New system may put too much pressure on primary students -PNCR
Education Minister disagrees By Andre Haynes
July 16, 2003
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But Minister of Education, Dr Henry Jeffrey is defending the new system saying it is a far fairer assessment than one single exam.
The system requires primary students taking three exams starting at Prep B with the results going towards a final score.
At its weekly press briefing held last Thursday at Congress Place Sophia, the party said the intended replacement of the Secondary Schools Entrance Examinations (SSEE) by a “new system which involves the increased emphasis on continued assessment and school-based assessment, will cause grave disquiet.”
The statement added too that the new system is being implemented “by stealth” at the school level without adequate public debate and public education. The party contended that the system could put additional pressure on children in primary schools.
“The government cannot guarantee the integrity of the system of selection, it cannot guarantee a level playing field between schools and education districts and it knows full well the great inequalities in the quality of secondary schools.”
Jeffrey, in a response to a Stabroek News editorial on the new system noted that consultations on the assessment had begun two years ago.
He added that the new programme was not intended as school-based assessments but national assessments under the National Centre for Education, Research and Development (NCERD) programme. He said this approach was actually fairer than assessing the children in one single examination.
“A good assessment system is an interplay of adequate diagnostic and rectification mechanisms. With the best will in the world, it [would] take some time to significantly improve our management systems to make teaching more results oriented. In this context, the placement aspect of this proposed assessment is an important performance incentive for improving standards at the primary level.”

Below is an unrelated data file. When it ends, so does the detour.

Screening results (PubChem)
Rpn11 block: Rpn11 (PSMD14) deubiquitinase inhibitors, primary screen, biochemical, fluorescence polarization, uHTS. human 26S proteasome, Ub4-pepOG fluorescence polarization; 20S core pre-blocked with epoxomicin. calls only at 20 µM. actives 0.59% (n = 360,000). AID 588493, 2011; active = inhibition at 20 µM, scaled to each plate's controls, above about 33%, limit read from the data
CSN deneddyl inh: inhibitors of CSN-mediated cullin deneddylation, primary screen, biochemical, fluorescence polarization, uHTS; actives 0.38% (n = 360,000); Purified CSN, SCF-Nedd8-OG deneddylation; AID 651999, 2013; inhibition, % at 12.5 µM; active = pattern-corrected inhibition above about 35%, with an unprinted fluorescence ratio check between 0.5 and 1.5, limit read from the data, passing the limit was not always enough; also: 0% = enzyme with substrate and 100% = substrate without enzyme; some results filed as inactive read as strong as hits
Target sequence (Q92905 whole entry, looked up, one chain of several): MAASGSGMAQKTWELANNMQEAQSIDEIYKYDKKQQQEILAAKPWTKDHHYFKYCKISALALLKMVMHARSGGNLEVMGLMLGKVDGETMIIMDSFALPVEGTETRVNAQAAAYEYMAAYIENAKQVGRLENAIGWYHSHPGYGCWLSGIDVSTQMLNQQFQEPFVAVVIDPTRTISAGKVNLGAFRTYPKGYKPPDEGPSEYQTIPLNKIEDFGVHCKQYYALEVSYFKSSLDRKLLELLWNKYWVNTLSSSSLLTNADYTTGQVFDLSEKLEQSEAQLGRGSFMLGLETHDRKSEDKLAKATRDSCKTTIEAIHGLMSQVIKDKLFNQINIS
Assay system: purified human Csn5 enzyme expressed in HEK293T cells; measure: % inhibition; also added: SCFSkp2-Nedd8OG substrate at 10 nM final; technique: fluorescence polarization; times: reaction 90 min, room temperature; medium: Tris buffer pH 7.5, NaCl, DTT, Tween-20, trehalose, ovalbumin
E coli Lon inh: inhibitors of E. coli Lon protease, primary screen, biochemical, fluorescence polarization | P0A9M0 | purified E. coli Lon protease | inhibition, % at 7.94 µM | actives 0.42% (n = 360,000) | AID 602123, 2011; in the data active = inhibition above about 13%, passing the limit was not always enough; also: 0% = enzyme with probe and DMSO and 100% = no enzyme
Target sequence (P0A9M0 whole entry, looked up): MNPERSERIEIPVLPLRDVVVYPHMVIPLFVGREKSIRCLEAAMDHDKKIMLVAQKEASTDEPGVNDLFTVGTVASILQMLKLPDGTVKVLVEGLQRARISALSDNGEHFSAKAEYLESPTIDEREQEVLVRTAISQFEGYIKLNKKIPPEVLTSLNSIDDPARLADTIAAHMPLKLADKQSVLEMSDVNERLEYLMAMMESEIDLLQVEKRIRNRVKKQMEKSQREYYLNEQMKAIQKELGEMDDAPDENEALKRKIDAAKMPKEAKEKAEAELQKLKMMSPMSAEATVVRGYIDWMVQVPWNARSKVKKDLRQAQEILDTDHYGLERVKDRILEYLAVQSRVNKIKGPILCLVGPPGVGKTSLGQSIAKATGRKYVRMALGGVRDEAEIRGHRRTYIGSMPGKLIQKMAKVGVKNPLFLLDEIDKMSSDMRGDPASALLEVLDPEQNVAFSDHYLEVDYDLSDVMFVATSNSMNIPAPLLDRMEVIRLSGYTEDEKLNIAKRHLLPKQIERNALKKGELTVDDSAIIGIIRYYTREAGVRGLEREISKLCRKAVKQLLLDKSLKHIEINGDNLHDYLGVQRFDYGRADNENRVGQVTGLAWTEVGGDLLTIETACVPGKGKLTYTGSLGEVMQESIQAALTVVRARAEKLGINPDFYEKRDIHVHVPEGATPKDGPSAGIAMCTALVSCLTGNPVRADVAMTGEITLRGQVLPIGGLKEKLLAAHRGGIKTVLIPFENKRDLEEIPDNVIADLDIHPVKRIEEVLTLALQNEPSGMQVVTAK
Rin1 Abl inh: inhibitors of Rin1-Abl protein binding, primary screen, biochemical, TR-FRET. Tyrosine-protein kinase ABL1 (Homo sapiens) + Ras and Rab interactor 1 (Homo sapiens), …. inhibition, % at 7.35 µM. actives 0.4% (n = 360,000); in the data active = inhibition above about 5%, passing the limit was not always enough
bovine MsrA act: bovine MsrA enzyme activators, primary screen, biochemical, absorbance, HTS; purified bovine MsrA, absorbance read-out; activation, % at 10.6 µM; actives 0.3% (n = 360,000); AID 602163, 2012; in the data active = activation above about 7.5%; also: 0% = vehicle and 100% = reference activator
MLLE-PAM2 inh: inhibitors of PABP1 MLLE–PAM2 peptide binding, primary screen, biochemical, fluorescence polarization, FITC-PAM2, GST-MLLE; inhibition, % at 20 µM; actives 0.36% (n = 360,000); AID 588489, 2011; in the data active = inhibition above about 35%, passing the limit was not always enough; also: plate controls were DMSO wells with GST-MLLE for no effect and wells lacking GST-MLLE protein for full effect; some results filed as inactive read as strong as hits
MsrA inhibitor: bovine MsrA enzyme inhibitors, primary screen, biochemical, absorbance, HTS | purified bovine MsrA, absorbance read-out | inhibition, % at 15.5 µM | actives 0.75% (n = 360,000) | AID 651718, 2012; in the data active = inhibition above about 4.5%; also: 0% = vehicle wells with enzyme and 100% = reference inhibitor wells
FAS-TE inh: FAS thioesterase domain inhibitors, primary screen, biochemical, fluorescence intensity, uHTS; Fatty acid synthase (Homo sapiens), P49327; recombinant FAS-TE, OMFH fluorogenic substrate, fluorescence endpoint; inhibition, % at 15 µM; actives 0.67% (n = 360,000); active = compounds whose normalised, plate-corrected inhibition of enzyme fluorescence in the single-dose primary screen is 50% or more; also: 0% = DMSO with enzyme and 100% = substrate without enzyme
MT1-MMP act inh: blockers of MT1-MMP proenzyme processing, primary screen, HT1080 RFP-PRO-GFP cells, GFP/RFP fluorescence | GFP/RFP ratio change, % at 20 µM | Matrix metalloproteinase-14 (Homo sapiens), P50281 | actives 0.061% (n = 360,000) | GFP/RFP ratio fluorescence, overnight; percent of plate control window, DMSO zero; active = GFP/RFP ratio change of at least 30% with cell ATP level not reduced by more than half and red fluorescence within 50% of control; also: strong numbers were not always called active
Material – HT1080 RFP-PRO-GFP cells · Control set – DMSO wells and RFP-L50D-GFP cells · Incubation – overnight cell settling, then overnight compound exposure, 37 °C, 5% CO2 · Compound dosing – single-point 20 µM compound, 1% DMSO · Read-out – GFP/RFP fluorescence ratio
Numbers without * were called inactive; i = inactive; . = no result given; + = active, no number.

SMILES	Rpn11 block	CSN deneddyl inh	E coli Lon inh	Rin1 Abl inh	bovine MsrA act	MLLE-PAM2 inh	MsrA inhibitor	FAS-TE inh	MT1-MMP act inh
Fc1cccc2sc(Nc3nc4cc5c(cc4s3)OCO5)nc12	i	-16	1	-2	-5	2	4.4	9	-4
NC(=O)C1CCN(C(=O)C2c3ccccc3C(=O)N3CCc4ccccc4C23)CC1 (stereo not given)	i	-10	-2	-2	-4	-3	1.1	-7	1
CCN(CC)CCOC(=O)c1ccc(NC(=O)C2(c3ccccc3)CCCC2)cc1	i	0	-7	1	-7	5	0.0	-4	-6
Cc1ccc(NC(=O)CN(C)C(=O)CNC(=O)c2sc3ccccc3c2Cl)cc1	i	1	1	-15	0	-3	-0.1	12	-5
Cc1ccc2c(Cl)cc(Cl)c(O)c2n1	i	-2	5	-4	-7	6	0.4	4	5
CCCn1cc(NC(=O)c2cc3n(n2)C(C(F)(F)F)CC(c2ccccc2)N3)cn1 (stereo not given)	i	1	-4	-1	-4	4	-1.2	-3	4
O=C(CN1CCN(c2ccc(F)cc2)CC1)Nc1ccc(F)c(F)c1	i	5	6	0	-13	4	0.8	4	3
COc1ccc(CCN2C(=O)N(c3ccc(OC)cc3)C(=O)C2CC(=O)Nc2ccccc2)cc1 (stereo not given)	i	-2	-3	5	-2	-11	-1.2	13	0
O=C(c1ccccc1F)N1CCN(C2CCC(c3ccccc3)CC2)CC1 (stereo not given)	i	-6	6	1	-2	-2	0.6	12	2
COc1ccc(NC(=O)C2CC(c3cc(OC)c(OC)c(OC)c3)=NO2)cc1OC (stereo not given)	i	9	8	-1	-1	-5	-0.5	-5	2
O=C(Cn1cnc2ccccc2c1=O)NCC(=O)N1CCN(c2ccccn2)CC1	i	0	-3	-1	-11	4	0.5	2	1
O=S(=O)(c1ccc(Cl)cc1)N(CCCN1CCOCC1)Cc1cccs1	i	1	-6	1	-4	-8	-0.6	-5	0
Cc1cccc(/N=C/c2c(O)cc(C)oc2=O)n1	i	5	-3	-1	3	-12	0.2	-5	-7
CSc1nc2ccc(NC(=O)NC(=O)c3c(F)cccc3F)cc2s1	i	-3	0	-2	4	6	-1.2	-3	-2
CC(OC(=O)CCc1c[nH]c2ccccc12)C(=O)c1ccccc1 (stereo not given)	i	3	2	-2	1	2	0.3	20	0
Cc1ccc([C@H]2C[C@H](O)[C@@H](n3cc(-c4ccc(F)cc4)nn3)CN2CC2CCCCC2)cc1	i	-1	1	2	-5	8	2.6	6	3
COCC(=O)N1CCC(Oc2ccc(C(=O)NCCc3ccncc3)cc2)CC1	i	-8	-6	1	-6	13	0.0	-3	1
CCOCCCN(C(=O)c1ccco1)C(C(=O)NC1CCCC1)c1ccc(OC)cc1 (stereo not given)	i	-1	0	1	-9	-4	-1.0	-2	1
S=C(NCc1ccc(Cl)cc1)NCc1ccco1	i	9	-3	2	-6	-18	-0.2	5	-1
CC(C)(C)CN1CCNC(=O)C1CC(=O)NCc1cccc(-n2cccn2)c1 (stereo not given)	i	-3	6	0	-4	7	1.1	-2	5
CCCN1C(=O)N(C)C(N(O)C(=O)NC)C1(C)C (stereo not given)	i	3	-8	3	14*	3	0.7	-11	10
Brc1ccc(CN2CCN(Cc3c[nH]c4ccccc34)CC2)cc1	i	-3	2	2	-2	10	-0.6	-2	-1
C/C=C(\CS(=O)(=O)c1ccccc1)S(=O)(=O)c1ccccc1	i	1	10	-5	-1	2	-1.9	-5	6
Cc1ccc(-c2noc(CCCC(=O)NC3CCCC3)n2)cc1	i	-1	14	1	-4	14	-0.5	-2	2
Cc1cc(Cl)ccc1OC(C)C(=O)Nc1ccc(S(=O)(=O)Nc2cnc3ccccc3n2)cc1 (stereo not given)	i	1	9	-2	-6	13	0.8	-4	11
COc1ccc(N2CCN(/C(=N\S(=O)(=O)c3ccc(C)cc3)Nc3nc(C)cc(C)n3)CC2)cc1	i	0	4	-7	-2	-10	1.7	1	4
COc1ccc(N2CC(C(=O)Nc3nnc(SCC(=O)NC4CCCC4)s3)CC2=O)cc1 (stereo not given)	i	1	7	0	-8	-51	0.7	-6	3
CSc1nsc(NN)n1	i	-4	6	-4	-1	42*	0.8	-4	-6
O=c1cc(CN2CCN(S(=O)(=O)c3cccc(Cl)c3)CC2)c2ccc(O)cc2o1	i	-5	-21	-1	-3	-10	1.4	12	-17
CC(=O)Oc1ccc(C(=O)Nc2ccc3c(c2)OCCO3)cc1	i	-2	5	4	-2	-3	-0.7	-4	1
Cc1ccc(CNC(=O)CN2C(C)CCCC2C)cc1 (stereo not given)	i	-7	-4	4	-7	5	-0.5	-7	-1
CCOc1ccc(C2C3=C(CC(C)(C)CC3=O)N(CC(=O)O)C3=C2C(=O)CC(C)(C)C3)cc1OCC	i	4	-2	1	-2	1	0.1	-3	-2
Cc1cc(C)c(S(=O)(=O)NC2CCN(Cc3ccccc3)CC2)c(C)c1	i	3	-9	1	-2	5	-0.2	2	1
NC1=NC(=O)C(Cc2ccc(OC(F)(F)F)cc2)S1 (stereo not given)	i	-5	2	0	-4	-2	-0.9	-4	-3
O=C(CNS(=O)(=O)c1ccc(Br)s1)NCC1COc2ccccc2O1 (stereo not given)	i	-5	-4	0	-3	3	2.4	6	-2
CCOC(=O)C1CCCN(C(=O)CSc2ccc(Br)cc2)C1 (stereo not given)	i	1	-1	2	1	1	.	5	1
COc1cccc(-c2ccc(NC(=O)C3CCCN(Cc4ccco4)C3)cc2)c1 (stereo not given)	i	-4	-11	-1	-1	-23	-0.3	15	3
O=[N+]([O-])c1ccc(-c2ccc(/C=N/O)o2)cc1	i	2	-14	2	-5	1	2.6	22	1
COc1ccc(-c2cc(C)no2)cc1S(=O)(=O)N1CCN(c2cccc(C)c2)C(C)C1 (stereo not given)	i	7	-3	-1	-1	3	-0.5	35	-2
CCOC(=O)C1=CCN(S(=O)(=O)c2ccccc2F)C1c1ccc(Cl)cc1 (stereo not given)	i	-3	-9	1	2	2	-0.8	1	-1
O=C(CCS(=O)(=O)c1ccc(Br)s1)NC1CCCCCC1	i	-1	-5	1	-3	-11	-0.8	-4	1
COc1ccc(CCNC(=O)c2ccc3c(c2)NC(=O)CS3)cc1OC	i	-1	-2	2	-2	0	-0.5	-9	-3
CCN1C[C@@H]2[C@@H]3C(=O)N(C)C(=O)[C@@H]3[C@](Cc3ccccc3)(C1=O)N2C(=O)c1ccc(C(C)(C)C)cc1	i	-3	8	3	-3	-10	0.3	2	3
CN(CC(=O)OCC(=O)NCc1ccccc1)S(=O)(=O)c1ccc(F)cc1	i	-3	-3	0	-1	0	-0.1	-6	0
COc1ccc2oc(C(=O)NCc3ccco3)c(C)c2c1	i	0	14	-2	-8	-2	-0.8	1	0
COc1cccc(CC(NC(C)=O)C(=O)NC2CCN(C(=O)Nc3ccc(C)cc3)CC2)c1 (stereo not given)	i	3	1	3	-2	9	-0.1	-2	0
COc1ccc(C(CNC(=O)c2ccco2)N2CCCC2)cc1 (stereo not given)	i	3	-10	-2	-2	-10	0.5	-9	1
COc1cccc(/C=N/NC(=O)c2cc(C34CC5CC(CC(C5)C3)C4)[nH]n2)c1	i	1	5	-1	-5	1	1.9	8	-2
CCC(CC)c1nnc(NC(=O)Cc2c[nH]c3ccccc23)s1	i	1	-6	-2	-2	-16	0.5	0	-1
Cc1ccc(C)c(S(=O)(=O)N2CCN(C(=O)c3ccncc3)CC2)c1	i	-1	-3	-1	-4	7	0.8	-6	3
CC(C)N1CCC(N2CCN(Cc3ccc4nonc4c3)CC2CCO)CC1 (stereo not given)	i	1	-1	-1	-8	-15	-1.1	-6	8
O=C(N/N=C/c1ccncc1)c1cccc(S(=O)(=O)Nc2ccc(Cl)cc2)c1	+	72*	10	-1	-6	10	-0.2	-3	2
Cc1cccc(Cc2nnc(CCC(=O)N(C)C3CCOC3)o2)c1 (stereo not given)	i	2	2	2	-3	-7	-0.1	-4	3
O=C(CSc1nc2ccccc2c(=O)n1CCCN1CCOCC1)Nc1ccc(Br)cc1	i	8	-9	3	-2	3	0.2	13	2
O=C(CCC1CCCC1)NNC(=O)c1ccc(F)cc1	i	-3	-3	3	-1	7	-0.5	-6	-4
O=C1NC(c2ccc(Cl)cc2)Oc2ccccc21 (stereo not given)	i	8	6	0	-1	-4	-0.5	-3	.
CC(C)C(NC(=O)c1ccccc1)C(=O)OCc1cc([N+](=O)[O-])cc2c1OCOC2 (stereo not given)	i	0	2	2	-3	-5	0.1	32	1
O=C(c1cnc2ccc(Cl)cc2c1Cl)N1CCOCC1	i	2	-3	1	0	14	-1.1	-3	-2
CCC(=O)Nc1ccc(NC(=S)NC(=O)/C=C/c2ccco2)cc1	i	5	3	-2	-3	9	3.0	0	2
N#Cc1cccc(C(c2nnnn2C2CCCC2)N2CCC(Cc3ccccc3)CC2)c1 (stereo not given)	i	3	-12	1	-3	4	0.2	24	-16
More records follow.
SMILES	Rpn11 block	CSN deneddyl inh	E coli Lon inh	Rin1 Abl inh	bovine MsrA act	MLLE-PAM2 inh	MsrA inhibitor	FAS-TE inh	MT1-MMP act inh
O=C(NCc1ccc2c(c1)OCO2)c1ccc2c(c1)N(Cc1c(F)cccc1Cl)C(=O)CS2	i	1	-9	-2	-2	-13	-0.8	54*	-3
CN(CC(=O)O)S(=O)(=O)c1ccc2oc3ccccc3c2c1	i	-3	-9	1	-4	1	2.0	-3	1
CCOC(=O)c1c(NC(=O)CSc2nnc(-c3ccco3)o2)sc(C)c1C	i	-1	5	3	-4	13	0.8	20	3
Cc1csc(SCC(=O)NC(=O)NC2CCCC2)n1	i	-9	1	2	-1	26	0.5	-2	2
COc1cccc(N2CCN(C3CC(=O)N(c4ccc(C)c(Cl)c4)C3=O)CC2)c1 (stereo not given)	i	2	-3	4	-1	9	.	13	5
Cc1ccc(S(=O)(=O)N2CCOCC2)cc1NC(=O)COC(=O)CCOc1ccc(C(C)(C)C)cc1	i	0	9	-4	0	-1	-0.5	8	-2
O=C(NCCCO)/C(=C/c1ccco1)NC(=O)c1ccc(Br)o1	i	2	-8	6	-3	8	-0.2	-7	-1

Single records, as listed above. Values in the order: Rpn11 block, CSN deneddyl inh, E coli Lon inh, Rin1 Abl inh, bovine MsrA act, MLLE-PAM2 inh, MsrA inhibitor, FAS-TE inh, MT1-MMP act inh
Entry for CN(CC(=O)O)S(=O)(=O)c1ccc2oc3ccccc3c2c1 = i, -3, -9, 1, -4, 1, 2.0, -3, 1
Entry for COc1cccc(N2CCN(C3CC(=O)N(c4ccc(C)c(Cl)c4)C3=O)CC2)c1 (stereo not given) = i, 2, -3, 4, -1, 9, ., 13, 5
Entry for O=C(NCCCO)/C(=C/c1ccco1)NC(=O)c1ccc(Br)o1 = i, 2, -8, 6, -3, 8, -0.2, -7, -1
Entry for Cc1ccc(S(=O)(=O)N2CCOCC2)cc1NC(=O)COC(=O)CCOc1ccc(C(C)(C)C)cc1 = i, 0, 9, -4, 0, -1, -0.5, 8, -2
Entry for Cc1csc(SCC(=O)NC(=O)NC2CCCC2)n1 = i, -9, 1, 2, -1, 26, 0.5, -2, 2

He added that “come next year, the secondary schools entrance examination will only apply to the approximately two dozen schools that are usually most in demand. All other children will be placed in the secondary school closest to their homes. This should help to improve enrollment and cut domestic education costs for many parents. The placement aspect of those assessments will, as a result, be voluntary.”
We have carefully set the required standards of these assessments at levels that are not oppressive. Further, we see no harm in people using after school lessons at any level to improve the children’s life opportunities. We understand that, by the very nature of things, once there is competition some people will go to excessive lengths, but we also believe that most parents would not endanger their children.
Regarding teacher training, Jeffrey provided Basic Education Access and Management Support (BEAMS) documentation which outlines that training had been catered for in the amount of US$2.67M. He said this covered teacher in-service training, upgrading and supervision. As many as 20 Master Teachers would be trained to train 90 Cluster Literacy and Numeracy Advisors. These advisors would train approximately 6,700 primary and nursery school teachers in literacy and numeracy methods for classroom use, instructional planning and continuous assessment.
The PNCR at the press conference had stated that the ministry was attempting to upgrade basic education with minimal reference to tertiary training and research.
The party suggested that the administration believed new schools were the answer, even though those schools were without teachers. “We believe that quality teachers with good professional attitudes will upgrade basic education.”